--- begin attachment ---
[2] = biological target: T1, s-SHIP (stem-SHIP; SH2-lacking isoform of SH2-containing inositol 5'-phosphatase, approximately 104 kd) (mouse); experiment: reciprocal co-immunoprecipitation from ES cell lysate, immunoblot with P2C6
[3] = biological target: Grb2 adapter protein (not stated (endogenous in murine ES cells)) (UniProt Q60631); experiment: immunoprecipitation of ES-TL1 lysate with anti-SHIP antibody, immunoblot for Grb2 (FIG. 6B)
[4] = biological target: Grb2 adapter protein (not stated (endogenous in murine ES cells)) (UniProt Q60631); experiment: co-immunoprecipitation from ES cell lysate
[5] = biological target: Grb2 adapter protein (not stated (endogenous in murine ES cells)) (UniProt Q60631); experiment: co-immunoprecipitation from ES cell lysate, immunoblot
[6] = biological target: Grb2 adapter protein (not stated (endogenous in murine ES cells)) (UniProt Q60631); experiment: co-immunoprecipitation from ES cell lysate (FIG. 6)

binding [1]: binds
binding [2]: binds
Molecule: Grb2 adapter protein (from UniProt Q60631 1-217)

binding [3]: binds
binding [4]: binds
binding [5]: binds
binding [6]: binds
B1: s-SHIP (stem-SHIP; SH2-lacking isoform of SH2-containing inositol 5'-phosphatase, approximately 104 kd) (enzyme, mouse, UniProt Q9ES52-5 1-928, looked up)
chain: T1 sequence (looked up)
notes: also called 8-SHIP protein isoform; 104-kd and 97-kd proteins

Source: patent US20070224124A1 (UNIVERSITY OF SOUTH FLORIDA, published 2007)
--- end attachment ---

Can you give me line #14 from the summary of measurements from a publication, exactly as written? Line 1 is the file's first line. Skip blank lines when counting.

chain: T1 sequence (looked up)